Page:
An interesting asymmetry is revealed in Fig. 3 which shows the individual, fitted spike source locations. For each frequency, the centroid positions from the Gaussian fits are plotted for all 500 time bins of the second interval. The first time interval shows a similar pattern. The individual positions of the spikes are scattered over about 100 $^{\prime\prime}$ in the x and y directions over time, exceeding the positional inaccuracy.

4 Discussion and conclusions

The radio sources emitting decimetric spikes have been found to be displaced significantly and to have an altitude at least twice as high as the coronal X-ray source. Spikes at different frequencies do not appear at the same position (Fig. 2). However, the observed position of solar radio sources may deviate from the original position because of coronal effects. Coronal scattering was proposed to produce the observed source size of typically between 40 $^{\prime\prime}$ and 90 $^{\prime\prime}$ at 333 MHz (Zlobec et al. 1992). Figure 3 suggests that the position differences are not caused by an entirely random process.

Refraction in the corona moves the apparent position inward. Thus, the true source position could be at an even higher altitude than found from the presented observations. Therefore, the observed displacement of the radio sources from the X-ray sources is real. The spike positions determined here indicate that the plasma above the hard X-ray source is highly active and contains nonthermal electrons emitting coherent radio waves. It cannot be excluded that those same electrons are also producing X-rays that are not observed in the presented event because of the emission intensity from the main flaring site and RHESSI's limited dynamic range. Observational evidence of high coronal X-ray emission was found by e.g., Hudson et al. (2001) and Krucker et al. (2007) in highly occulted events. Coronal X-ray sources moving outward during the course of the flare were observed by e.g. Gallagher et al. (2002) and Sui & Holman (2003), suggesting a shift in the energy release site occurred during the course of the flare.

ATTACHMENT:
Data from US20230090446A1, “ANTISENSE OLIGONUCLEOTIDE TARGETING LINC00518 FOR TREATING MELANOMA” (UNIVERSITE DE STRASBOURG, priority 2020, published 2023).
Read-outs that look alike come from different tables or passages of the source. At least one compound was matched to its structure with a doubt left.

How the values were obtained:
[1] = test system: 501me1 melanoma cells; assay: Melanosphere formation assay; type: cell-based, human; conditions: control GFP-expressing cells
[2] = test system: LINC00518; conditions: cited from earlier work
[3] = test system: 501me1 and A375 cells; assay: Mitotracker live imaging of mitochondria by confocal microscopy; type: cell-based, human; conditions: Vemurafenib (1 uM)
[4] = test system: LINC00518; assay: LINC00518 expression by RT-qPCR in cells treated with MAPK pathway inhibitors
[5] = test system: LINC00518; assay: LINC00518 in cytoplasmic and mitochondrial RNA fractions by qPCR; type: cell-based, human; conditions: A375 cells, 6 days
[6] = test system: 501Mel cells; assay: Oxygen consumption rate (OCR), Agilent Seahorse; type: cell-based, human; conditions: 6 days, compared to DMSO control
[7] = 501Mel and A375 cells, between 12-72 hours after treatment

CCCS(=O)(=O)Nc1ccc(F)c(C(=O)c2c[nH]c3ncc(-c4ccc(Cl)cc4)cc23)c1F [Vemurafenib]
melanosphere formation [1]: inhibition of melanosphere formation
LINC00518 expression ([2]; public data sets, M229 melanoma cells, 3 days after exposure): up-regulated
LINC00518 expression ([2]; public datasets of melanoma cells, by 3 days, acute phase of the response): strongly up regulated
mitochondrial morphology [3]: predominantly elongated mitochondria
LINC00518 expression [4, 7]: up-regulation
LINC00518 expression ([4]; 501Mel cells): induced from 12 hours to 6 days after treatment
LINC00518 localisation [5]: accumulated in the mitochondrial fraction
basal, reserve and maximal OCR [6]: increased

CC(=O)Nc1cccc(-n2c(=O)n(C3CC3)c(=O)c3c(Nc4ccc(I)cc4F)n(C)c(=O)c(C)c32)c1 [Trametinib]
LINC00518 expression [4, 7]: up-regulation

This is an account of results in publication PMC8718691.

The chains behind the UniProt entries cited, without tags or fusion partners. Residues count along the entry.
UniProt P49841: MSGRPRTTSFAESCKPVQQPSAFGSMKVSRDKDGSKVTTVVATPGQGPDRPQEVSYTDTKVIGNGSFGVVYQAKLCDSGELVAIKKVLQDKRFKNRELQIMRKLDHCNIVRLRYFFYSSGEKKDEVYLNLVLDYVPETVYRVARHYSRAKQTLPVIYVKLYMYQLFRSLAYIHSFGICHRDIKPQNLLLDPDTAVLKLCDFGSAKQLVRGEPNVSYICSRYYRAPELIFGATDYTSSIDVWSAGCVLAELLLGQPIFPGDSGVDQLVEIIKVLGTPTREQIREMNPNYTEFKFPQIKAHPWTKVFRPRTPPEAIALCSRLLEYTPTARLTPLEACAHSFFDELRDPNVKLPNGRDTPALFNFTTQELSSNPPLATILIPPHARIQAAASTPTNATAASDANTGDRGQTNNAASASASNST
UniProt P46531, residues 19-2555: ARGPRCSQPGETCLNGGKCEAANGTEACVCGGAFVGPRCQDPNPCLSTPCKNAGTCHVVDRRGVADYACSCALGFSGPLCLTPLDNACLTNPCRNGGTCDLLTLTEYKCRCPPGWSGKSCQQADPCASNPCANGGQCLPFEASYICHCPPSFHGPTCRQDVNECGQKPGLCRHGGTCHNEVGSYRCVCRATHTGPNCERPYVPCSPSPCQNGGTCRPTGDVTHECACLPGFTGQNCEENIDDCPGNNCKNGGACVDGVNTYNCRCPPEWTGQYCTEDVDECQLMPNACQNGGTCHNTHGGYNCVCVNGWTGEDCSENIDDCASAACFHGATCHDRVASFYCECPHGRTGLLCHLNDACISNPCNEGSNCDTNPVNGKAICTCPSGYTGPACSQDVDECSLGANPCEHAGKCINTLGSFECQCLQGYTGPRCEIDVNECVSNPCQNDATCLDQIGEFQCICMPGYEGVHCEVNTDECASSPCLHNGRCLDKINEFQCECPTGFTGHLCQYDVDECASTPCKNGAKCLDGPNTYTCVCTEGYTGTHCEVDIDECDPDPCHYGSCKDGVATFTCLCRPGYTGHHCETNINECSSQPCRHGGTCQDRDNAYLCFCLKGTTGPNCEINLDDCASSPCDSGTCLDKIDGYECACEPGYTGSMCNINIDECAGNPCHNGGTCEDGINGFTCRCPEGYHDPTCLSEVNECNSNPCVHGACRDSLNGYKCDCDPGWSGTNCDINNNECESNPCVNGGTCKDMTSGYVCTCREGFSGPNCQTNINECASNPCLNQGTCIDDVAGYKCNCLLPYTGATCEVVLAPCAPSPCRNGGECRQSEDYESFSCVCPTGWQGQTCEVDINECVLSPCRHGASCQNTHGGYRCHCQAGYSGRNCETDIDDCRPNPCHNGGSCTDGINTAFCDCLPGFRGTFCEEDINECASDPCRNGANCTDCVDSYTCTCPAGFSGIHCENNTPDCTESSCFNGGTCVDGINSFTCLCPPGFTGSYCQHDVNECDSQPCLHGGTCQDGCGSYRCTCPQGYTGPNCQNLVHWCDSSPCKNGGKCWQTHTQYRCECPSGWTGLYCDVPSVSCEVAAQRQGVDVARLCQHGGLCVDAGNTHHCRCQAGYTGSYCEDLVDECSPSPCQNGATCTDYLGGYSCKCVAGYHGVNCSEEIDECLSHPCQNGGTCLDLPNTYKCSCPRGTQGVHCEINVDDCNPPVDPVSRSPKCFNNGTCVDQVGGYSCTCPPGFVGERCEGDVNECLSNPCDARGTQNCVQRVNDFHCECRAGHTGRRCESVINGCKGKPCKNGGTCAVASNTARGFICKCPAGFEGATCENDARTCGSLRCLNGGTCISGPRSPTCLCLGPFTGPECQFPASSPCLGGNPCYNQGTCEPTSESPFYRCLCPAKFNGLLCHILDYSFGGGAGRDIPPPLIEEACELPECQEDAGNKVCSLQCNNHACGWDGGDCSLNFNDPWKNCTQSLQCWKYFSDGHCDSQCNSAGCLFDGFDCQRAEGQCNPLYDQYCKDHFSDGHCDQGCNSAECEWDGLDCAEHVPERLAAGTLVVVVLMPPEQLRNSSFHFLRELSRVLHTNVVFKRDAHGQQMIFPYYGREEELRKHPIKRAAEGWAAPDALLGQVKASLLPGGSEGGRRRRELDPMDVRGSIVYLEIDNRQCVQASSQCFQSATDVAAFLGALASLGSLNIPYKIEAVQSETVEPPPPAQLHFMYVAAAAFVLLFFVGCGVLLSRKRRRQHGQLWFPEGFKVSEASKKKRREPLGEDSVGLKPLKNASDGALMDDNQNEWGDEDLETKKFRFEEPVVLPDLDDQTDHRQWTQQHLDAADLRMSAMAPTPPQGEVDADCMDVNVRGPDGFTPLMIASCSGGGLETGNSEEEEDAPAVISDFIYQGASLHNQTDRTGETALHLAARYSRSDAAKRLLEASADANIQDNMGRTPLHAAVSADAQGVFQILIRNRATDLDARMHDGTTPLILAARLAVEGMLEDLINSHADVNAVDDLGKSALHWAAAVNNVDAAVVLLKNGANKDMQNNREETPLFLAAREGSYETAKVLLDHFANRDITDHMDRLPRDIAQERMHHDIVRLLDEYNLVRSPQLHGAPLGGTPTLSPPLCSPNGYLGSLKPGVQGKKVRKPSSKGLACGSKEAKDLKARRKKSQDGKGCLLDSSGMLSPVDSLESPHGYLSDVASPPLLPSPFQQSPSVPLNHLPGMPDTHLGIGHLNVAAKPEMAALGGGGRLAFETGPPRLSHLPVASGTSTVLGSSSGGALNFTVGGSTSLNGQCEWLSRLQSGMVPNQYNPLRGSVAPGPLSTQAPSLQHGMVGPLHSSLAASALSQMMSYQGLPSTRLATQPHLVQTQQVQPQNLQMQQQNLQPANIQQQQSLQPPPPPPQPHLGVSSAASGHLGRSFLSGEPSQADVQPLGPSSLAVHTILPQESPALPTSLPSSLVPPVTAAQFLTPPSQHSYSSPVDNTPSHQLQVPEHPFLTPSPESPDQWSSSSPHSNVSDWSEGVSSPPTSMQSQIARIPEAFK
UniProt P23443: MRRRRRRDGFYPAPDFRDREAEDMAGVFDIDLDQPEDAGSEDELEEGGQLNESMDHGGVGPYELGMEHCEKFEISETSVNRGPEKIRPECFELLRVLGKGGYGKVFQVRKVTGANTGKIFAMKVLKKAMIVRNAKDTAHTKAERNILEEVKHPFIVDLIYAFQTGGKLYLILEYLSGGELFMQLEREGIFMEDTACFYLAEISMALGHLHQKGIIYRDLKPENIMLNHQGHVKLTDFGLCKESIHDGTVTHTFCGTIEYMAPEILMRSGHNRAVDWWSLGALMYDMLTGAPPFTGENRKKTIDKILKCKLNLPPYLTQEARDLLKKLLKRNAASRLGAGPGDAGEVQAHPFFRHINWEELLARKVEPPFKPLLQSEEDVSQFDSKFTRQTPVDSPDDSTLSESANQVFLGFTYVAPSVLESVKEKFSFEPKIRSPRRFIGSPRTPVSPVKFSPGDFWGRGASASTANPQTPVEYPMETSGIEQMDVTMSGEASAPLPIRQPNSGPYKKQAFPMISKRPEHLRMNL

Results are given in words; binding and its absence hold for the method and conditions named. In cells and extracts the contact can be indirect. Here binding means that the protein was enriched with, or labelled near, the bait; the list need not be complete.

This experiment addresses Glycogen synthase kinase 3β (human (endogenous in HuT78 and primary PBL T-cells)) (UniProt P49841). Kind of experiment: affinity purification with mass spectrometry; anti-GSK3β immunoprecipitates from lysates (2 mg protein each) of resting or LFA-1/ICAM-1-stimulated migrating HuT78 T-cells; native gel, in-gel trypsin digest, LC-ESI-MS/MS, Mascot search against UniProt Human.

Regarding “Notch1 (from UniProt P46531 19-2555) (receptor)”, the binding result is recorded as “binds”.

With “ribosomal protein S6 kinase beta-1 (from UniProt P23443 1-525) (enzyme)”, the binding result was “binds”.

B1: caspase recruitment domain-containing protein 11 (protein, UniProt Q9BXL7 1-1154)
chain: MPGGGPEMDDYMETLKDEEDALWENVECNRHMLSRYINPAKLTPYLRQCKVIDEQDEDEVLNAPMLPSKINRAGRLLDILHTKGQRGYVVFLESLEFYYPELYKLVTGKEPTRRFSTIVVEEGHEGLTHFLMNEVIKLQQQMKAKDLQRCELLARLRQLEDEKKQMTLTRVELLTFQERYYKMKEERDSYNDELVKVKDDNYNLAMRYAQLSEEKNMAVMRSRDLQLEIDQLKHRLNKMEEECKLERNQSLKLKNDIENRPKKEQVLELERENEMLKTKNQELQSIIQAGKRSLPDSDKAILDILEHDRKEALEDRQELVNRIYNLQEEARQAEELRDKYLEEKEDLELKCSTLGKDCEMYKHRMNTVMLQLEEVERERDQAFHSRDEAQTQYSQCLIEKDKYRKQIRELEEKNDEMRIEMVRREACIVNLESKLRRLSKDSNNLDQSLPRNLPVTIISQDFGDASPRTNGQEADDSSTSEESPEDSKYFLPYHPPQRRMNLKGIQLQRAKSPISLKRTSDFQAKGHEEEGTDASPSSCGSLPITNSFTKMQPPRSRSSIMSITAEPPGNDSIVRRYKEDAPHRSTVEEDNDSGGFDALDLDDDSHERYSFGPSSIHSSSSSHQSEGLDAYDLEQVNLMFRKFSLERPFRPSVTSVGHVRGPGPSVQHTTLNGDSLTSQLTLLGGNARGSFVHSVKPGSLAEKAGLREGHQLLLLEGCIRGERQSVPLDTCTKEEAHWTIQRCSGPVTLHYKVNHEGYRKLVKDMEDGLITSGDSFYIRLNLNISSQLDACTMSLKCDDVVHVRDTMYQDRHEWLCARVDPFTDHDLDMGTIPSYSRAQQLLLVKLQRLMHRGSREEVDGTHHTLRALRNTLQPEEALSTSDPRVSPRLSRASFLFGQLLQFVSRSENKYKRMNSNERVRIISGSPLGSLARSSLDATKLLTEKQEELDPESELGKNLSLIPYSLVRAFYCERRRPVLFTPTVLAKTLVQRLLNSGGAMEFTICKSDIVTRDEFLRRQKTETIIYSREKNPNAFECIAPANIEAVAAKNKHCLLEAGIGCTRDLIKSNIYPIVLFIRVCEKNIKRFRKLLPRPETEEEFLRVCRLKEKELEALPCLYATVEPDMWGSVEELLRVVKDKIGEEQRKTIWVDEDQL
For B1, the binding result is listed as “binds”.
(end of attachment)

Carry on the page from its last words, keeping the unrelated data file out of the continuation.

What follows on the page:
The spike observations indicate the presence of non-thermal electrons, possibly originating from additional, spatially separated energy release in the high corona. Considering that the spikes occur during the impulsive phase, there appears to be a causal link, direct or indirect, between the spikes and the main flare energy release near or inside the coronal source.

Acknowledgements
The authors wish to thank Nicole Vilmer for providing the Nançay data. RHESSI data analysis at ETH Zurich is supported by ETH grant TH-1/04-2. The construction and operation of Phoenix-2 is credited largely to Christian Monstein and is partially funded by the Swiss National Science Foundation Grant 200020-121676. This research made use of the HESSI European Data Center (HEDC) at ETH Zurich and NASA's Astrophysics Data System Bibliographic Services.

References

All Figures

  \begin{figure}
\par\includegraphics[width=13cm,clip]{2143fig1.eps}
\end{figure} Figure 1:

Top: Phoenix-2 spectrogram. Bottom: RHESSI light-curves at 25-50 keV and 50-100 keV. GOES light-curve in the 1-8 Å band. Time intervals containing the spikes are indicated by white vertical lines in the spectrogram.

Open with DEXTER
In the text

  \begin{figure}
\par\includegraphics[width=15.5cm,clip]{2143fig2.eps}
\end{figure} Figure 2:

GOES/SXI images taken during time intervals of the spike activity. RHESSI contours of the hard X-ray coronal sources are shown in light gray (light blue in the color version) at 18-22 keV. The RHESSI observations at 6-12 keV (dark gray (red in the color version), thermal) and 25-50 keV (black, footpoints) are also overlaid. The time-averaged centroid positions of the radio sources are indicated with different symbols for the different frequencies. The error bars indicate the standard deviation of the individual source positions. The arrow points in the direction of the CME as seen from Sun center.

Open with DEXTER
In the text

  \begin{figure}
\par\includegraphics[width=15cm,height=4.7cm,clip]{2143fig3.eps}
\end{figure} Figure 3:

Individual centroid positions of the radio sources during the time interval of 14:43:15-14:45:00. Dark dots indicate locations associated with a radio flux higher than the time-averaged flux, open circles indicate locations associated with a radio flux lower than the time-averaged flux.

Open with DEXTER
In the text